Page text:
Comment by Martin Mowforth
In 2019 former World Bank economist and major critic of the notion of neoliberalism, Joe Stiglitz, wrote an article entitled ‘End Of Neoliberalism And The Rebirth Of History’. It was essentially a summary of the deception associated with neoliberal economic development and its related idea that the wealth created by austerity would eventually trickle down to the poorest in society. As Stiglitz said,
In rich and poor countries alike, elites promised that neoliberal policies would lead to faster economic growth, and that the benefits would trickle down so that everyone, including the poorest, would be better off. To get there, though, workers would have to accept lower wages, and all citizens would have to accept cutbacks in important government programmes.
Stiglitz correctly asked how wage restraint and reduced government programmes could possibly add up to higher standards of living and suggested that the whole neoliberal programme was in fact a huge act of deception based on a belief that markets would self-regulate in the interests of human development. The privatisation and deregulation policies associated with this market liberalism were crucial in leading us first into the 2008 global financial crisis and most recently into the crisis of democracy and trust in governments. He argues that the climate crisis should dispel this belief in unfettered markets and the practice of externalising social and environmental costs and should lead us to a new enlightenment.
This is a theme that runs through many articles included here in The Violence of Development website. Following Hedelberto López Blanch, we would ask why anybody would see neoliberalism as a benign influence on societies:
Unemployment, indebtedness, tax adjustments, inflation, decreased purchasing power, hunger and poverty is the general scenario readily observable in countries which have opted for implementing neoliberal policies imposed by the United States and international financial organisations with the consent of the local domestic oligarchies.
Also in 2019, Atilio Boron wrote of the death of neoliberalism in Latin America. He too considered that the series of defeats suffered by neoliberalism in 2019 (Chile, Bolivia, Argentina, Mexico) signified the decline of neoliberalism:
… we witness the downfall of the ruling model promoted enthusiastically by the governments of advanced capitalist countries; institutions like the International Monetary Fund (IMF) and the World Bank; and self-righteous individuals and establishment politicians.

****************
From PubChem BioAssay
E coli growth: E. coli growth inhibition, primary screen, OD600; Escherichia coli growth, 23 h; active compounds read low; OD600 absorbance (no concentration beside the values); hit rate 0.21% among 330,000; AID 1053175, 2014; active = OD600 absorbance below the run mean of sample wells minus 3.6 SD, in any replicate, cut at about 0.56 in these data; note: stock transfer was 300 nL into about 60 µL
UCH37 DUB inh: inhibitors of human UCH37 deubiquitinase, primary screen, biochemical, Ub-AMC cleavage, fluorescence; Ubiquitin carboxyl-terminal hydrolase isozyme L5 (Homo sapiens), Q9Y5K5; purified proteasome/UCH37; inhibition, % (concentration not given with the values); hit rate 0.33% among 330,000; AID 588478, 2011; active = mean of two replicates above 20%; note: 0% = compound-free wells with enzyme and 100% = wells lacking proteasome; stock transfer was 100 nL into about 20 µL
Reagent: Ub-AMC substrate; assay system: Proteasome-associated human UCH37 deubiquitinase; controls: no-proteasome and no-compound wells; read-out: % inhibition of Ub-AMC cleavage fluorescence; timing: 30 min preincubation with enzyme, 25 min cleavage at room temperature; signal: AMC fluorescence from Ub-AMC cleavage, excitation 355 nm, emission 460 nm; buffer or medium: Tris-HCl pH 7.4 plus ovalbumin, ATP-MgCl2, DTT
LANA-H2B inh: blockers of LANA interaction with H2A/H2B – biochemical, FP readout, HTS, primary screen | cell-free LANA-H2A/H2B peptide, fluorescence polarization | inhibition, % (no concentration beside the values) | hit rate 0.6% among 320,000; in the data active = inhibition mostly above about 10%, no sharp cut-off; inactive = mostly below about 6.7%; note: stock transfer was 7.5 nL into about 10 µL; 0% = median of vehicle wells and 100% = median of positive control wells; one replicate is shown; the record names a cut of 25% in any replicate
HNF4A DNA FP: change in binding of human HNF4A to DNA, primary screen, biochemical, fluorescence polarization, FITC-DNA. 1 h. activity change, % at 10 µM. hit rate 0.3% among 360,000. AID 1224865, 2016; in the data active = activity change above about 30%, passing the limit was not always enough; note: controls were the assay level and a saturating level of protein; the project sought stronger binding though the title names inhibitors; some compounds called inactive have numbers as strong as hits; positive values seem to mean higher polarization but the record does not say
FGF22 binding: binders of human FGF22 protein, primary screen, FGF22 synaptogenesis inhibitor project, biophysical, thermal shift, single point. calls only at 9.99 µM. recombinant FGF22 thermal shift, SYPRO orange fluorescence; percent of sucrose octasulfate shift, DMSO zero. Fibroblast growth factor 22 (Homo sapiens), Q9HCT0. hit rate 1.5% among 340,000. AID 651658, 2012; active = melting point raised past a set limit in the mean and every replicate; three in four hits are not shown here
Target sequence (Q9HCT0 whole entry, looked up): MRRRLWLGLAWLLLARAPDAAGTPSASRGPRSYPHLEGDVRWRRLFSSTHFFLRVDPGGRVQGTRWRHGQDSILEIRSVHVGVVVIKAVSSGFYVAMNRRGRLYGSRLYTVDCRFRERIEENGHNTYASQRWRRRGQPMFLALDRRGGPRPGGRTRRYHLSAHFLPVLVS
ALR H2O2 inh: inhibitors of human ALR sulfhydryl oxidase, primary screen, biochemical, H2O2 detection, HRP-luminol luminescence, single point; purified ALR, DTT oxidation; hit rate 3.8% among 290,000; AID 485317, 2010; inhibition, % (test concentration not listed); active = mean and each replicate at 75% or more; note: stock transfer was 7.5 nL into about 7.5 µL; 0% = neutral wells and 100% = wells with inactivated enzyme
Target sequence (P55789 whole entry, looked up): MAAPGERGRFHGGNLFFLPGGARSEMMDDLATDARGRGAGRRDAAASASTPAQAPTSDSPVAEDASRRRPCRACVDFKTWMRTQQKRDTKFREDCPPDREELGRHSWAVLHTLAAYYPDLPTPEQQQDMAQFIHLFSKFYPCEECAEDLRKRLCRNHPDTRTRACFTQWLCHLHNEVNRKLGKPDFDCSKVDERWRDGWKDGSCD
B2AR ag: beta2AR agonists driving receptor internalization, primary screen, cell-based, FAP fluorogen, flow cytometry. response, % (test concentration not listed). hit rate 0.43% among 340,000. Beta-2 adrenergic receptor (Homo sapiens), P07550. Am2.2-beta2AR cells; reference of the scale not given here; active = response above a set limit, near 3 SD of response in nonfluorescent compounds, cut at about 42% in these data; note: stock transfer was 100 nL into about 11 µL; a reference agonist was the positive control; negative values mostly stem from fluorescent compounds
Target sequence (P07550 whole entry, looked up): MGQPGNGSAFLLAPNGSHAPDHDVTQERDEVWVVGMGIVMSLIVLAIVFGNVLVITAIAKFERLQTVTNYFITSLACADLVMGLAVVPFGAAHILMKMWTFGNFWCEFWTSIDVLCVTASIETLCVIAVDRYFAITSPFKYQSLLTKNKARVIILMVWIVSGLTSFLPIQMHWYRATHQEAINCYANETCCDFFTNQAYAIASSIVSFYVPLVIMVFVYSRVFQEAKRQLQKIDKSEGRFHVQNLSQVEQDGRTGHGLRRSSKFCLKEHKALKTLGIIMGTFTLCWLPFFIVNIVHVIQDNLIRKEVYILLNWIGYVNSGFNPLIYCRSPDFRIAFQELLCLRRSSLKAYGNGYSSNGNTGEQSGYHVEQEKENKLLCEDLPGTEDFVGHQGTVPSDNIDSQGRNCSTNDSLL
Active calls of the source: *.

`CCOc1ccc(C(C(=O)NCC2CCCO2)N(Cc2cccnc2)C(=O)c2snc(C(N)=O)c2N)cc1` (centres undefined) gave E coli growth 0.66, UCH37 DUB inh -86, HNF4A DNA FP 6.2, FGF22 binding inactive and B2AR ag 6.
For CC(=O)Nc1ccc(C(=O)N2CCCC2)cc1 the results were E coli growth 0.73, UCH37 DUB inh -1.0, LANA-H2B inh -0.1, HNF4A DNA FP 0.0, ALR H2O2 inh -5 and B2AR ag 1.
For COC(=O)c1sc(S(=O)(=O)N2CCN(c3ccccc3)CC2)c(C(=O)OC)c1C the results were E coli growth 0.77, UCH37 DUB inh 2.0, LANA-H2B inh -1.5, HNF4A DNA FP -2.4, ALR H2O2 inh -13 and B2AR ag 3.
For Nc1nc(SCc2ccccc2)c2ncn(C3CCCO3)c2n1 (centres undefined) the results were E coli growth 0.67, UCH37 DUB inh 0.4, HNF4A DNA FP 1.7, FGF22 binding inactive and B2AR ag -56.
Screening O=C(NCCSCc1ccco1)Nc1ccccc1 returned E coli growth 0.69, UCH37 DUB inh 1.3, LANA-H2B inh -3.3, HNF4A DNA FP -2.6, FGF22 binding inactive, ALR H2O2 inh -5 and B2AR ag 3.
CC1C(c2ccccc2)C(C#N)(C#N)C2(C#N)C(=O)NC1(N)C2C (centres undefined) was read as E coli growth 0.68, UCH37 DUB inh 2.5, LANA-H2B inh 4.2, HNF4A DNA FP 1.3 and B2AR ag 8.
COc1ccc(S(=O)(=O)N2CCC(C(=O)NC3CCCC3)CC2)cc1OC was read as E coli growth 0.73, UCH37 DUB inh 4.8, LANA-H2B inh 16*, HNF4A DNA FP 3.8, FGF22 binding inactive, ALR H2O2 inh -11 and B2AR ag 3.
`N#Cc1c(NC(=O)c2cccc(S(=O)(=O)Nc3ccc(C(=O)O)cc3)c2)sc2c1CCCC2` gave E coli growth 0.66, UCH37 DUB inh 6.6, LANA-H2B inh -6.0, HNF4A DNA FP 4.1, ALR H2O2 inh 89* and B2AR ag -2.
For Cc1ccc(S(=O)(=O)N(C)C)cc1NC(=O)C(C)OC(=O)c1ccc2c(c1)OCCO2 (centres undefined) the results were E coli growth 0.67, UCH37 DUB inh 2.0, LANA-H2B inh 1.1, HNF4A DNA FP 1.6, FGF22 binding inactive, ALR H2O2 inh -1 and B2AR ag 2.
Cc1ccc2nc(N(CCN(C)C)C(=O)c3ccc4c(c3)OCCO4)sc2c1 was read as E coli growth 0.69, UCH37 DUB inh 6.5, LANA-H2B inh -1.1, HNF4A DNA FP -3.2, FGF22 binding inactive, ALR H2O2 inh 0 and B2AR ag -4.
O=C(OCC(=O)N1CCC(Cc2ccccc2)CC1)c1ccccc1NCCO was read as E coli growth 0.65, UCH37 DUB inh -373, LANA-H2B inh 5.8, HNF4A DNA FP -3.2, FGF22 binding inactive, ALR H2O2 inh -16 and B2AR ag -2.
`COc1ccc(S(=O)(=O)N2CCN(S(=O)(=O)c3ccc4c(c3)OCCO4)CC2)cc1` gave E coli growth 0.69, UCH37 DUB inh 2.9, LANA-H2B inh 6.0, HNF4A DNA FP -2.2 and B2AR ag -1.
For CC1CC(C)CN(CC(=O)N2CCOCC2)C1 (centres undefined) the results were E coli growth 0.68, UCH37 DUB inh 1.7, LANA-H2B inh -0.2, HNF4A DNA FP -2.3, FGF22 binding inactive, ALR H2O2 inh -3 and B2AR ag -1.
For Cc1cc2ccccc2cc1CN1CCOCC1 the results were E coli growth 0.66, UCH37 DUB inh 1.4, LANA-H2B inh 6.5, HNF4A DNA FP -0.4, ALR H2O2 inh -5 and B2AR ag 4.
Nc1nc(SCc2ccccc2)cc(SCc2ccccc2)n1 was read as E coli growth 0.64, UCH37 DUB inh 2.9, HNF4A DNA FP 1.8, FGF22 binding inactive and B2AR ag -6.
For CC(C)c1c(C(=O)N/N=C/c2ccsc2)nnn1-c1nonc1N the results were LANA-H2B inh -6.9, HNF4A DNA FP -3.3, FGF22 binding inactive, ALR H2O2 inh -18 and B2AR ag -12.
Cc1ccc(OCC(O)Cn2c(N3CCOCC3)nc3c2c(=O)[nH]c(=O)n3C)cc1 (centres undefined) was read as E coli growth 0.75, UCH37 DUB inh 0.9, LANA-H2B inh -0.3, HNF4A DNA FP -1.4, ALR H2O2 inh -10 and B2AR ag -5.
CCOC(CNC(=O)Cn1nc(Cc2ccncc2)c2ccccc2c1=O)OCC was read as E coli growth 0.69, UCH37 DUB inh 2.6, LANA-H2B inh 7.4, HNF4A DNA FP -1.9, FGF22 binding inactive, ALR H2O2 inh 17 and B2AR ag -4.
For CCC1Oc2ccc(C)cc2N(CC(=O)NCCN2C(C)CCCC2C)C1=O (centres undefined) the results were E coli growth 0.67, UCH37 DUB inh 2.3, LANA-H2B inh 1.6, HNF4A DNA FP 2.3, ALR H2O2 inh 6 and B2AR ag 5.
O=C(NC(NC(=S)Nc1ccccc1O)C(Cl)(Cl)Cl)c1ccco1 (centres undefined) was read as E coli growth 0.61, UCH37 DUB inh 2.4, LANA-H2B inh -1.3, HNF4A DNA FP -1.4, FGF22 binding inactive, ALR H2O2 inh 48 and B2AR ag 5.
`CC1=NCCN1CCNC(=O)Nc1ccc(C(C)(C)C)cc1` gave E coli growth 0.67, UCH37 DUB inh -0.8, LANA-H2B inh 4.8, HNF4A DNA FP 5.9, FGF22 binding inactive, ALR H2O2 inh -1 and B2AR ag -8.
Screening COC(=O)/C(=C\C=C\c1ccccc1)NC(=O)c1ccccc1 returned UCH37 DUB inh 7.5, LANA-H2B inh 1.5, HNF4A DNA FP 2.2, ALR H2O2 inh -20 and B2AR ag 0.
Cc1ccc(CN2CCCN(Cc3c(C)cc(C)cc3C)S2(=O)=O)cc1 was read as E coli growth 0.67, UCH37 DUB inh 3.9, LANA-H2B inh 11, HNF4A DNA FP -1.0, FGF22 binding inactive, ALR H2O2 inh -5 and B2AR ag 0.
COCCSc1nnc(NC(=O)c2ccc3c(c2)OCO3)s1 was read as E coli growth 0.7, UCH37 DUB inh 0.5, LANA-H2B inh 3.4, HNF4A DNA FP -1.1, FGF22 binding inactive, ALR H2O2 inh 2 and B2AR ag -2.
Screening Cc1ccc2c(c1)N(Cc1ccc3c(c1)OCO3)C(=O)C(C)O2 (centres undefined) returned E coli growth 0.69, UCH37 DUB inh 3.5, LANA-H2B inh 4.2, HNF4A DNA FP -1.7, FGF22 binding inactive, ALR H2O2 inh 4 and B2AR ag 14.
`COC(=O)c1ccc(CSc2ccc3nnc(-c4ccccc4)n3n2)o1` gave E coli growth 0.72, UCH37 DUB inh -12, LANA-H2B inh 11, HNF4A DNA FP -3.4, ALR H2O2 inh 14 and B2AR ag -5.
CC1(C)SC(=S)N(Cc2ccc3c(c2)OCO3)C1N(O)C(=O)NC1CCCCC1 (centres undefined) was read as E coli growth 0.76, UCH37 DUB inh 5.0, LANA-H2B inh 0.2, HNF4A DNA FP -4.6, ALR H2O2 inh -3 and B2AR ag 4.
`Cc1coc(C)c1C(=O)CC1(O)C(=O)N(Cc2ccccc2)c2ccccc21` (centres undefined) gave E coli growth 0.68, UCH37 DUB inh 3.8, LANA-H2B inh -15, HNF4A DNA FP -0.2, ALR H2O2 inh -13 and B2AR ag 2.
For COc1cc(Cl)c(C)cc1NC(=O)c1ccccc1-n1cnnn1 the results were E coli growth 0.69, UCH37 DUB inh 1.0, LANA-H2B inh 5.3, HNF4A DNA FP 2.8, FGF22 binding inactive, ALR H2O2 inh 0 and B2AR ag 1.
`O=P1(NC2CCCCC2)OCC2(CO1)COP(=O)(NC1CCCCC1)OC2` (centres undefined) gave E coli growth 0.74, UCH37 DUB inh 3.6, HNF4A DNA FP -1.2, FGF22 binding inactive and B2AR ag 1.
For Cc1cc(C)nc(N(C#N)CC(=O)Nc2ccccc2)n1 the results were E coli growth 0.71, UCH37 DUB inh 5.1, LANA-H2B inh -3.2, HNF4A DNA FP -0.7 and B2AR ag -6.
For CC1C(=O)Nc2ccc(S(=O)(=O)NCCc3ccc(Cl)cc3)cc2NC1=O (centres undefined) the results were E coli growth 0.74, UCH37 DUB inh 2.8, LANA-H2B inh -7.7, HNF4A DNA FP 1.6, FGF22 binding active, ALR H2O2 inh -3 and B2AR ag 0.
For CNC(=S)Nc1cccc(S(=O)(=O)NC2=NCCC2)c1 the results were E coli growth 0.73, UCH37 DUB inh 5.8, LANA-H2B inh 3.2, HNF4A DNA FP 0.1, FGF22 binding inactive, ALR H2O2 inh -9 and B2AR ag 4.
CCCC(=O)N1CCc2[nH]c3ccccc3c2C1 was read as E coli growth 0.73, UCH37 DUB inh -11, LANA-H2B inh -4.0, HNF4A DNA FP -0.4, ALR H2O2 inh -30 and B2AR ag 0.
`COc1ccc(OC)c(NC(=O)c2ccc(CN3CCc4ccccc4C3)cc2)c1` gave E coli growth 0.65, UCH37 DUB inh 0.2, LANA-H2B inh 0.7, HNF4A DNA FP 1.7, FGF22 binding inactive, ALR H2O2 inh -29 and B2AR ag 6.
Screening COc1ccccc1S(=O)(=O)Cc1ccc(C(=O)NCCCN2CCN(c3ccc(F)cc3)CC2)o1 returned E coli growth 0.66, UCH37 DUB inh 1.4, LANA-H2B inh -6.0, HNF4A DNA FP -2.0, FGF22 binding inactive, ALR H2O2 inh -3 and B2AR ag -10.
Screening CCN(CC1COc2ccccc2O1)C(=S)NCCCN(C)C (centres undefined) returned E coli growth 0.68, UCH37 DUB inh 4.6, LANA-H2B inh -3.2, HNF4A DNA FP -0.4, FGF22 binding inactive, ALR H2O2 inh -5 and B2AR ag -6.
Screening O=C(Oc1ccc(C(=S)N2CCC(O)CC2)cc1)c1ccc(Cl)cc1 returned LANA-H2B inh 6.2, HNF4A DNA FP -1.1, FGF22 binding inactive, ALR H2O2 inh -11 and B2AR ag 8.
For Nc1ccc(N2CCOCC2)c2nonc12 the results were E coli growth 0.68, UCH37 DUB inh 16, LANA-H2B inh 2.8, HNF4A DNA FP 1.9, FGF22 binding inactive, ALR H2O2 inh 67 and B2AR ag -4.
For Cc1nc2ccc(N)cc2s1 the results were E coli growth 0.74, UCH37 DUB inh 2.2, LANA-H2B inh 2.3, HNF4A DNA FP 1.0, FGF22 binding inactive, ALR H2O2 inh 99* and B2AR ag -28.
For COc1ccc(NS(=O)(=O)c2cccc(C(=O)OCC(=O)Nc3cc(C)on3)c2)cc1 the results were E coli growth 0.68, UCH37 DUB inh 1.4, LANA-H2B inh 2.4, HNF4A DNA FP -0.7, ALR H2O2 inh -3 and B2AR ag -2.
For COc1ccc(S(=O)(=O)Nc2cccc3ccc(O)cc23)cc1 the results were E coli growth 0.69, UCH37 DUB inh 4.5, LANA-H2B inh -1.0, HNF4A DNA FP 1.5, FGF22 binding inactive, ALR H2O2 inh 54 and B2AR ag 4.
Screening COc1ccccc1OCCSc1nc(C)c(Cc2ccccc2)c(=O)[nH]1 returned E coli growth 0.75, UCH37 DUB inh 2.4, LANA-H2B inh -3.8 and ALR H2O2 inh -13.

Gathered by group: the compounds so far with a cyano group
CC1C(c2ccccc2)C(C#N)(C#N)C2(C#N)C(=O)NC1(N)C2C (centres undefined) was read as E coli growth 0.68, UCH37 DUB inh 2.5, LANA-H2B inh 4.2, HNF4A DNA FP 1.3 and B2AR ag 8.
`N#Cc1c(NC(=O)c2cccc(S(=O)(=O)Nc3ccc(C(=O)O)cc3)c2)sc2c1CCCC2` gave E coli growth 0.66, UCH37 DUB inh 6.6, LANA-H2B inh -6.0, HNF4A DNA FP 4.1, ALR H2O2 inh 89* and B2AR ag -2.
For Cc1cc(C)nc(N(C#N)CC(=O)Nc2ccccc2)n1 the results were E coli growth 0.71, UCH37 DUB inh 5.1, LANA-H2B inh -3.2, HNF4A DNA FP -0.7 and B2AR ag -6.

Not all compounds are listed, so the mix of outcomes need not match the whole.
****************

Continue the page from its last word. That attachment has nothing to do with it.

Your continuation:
In yet another 2019 article entitled ‘Burn, Neoliberalism, Burn’, Pepe Escobar also considered that the Latin American elections of 2019 were of major significance in the demise of neoliberalism. He believes those elections to have been a major ‘blowback’ against neoliberal economic development and its associated policies of privatisation and deregulation. He does at least admit, however, that:
the spectre of IMF vulture ventures won’t vanish in South America like a charm; … What remains absolutely off limits for the guardians of the current world system is to really investigate hardcore neoliberalism as the root cause of wealth hyper-concentration and social inequality.
We find ourselves very much in agreement with all of these authors. Our difference is only that we believe that neoliberalism will not disappear quickly and quietly; not that Stiglitz, López Blanch and Boron necessarily believe that it will. But the move to Stiglitz’s new enlightenment will take much time, activism, protest and research, and the drivers of neoliberalism will fight tooth and nail to ensure its continuing power and influence.
Joseph E. Stiglitz, 14 November 2019, ‘End Of Neoliberalism And The Rebirth Of History’, Project-syndicate.org
Hedelberto López Blanch, 18 October 2019, ‘Uruguay and the threat posed by neoliberalism’, Resumén Latinoamericano.
Atilio Boron, 4 November 2019, ‘Agony And Death Of Neoliberalism In Latin America’, Popular Resistance. (Translated by Resumen.)
Pepe Escobar, 29 October 2019, ‘Burn, Neoliberalism, Burn’, Popular Resistance.